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This work investigates traveling waves for a class of delayed cellular neural networks with nonmonotonic output functions on the one-dimensional integer lattice

Recently, there have been an increasing activity and interest in the study of nervous systems, namely, in the study of equations modeling neural networks, which are applied to a broad scope of fields such as image and video signal processing, robotic and biological versions, and higher brain functions (see [

However, to be more realistic, the neural models should be incorporated into time delays, since the transmission of information from one neuron to another is not instantaneous. In models of electronic neural networks, the dynamics of each given cell depends on itself and its nearest left or right neighbors where delays exist in left or right neighborhood interactions due to, for example, finite switching speed and finite velocity of signal transmission (see [

Note that some known results on the existence of traveling waves for (

Throughout this paper, we assume that there exists a

There exists

If

If

Our purpose is to investigate the existence of traveling waves for (

Since the output functions are nonmonotonic, our main idea is to construct two appropriate nondecreasing functions to squeeze the nonmonotonic output functions. Then we can apply the results in [

Assume (F1)–(F3) and (J) hold. If

For each

For each

Assume (F1)–(F3) and (J) hold. If

For each

For each

Assume (F1)–(F3) and (J) hold. If

For any

For any

Assume (F1)–(F3) and (J) hold. If

For any

For any

In the above theorems, we obtain that the traveling waves either converge to the nontrivial equilibrium (

The different results can be obtained through the choice of the signs for

The remainder of this paper is organized as follows. In Section

In this section, we recall some properties of the characteristic function for (

Assume that

if

if

if

Assume that

if

if

if

Assume that

for any

for

Assume that

for any

for

According to the results of the above lemmas, in Section

In this section, we will construct two nondecreasing functions such that

Let us define functions

Assume that (F1)–(F3) hold.

There exists

It is obvious that the assertions of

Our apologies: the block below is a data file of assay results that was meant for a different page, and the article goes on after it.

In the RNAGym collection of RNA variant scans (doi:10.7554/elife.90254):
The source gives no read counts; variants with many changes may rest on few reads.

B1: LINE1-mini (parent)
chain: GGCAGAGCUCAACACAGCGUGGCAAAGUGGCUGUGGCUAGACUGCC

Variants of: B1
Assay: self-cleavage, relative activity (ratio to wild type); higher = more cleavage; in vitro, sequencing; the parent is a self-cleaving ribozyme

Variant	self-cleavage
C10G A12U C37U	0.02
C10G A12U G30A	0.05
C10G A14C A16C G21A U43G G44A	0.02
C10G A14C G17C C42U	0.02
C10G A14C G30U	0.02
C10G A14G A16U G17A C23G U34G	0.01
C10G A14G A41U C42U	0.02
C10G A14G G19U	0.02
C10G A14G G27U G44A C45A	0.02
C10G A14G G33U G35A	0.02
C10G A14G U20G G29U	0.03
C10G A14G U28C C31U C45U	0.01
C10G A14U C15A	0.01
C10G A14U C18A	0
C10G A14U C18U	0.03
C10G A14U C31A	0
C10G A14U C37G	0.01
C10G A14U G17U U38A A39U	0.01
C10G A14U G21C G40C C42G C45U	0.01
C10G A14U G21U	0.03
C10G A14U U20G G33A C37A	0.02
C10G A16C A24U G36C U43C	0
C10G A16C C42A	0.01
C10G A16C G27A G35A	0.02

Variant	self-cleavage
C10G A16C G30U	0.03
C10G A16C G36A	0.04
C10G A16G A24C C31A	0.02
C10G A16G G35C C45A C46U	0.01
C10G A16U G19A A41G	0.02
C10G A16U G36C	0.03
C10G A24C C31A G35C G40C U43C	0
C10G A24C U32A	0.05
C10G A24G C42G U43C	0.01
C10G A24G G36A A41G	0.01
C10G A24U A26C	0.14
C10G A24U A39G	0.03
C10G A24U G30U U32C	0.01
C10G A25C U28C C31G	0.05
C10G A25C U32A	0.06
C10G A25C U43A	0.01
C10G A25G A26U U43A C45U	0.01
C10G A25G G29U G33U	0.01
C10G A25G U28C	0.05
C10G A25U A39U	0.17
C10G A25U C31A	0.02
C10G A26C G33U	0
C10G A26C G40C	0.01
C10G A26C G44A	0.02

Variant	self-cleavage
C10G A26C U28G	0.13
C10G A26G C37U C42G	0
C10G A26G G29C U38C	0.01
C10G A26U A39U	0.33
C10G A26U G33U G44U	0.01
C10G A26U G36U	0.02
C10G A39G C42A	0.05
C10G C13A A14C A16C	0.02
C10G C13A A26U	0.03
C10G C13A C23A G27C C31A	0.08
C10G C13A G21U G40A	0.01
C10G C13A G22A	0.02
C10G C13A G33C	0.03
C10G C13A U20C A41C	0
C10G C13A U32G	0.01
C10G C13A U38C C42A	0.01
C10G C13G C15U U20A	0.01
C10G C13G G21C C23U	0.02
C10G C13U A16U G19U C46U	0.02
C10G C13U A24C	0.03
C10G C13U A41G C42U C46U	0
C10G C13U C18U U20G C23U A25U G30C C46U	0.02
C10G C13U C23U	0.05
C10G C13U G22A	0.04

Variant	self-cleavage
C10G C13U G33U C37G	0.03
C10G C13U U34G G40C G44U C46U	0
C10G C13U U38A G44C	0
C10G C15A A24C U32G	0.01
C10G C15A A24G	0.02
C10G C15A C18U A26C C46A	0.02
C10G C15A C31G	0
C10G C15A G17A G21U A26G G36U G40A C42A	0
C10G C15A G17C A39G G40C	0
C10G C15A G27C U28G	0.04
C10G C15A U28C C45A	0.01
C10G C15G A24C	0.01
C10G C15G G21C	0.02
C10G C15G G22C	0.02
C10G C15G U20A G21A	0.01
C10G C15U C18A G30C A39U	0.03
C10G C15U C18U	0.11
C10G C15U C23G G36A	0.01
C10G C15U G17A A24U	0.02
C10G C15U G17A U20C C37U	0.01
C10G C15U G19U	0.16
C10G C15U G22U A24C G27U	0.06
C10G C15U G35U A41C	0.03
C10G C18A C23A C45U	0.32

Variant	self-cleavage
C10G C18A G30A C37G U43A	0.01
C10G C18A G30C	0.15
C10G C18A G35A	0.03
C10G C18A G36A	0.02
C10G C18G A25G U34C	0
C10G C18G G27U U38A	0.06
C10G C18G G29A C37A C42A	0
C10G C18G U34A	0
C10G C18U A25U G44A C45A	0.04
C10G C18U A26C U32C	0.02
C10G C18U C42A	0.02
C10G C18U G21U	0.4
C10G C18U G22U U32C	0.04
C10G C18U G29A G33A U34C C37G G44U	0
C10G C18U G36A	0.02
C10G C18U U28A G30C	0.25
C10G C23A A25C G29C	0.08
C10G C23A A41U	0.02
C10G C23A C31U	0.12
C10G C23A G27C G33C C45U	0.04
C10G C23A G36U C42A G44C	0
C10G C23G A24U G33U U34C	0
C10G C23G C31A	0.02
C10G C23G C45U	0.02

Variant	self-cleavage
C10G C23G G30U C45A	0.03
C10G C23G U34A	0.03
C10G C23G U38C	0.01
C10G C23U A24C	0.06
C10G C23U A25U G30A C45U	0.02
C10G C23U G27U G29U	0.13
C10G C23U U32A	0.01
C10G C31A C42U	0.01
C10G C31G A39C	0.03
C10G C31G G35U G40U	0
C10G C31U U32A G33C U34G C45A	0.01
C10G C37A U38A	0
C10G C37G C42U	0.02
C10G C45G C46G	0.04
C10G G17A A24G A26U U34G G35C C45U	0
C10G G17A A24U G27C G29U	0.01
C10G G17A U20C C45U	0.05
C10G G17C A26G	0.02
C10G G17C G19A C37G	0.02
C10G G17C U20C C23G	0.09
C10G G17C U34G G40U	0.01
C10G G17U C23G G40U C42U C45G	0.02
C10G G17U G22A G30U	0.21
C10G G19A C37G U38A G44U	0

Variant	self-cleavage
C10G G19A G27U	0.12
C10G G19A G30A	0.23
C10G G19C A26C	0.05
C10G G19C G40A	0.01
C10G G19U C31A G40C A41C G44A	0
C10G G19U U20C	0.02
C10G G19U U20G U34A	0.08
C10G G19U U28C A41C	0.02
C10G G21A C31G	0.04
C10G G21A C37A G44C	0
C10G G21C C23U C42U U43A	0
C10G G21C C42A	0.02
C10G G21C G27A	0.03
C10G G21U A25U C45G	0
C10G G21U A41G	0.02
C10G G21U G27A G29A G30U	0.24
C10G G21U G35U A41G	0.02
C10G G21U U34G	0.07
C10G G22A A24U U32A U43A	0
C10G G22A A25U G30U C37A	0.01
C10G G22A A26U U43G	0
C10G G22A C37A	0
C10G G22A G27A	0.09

(2) By the definition of

(4) Obviously,

Now, applying the techniques developed in [

First, we consider the existence of traveling wave solutions satisfying condition (BC1). Once there exist traveling waves with (BC1), then we can easily obtain that (

Let us define the operator

Let

Now we define the functions

Assume that (F1)–(F3) hold. Then, for any

Since

Assume that (F1)–(F3) hold. Then, for any

The proof is the same as that of Theorem 1.1 of [

By Lemmas

Assume that (F1)-(F2) hold. Then we have

(1) For

(2) For any

Next, we claim that

Now we start the proofs of Theorems

(1) By Lemma 3.4, Schauder’s fixed point theorem implies that there exists

Now let us consider

According to the above argument and taking the limit as

If, in addition, (F4) holds, then we claim that

If

Similar to the discussion of Case 1, the case cannot happen.

By (

Thus,

(2) Since

Let us assume that

By arguments similar to those of the proof of Theorem

For

First, we consider

Assume that (F1)–(F3) hold. Then, for any

Assume that (F1)–(F3) hold. Then, for any

Now, fixing a number

Assume

Now we start the proofs of Theorems

According to Lemma

Next, we consider the case

In this paper, the motivation of our work is to consider the existence of traveling wave solutions for DCNN model with nonmonotonic output functions. We have developed a technique to construct two appropriate nondecreasing functions to squeeze the nonmonotonic output functions. By adopting Schauder’s fixed point theorem, the existence of traveling wave solutions has been derived.

The authors declare that there is no conflict of interests regarding the publication of this paper.

Zhi-Xian Yu is partially supported by the National Natural Science Foundation of China, Shanghai Leading Academic Discipline Project (no. XTKX2012), Innovation Program of Shanghai Municipal Education Commission (no. 14YZ096), and Hujiang Foundation of China (B14005). Rong Yuan and Ming-Shu Peng are partially supported by the National Natural Science Foundation of China and RFDP. Cheng-Hsiung Hsu is partially supported by the National Science Council and NCTS of Taiwan.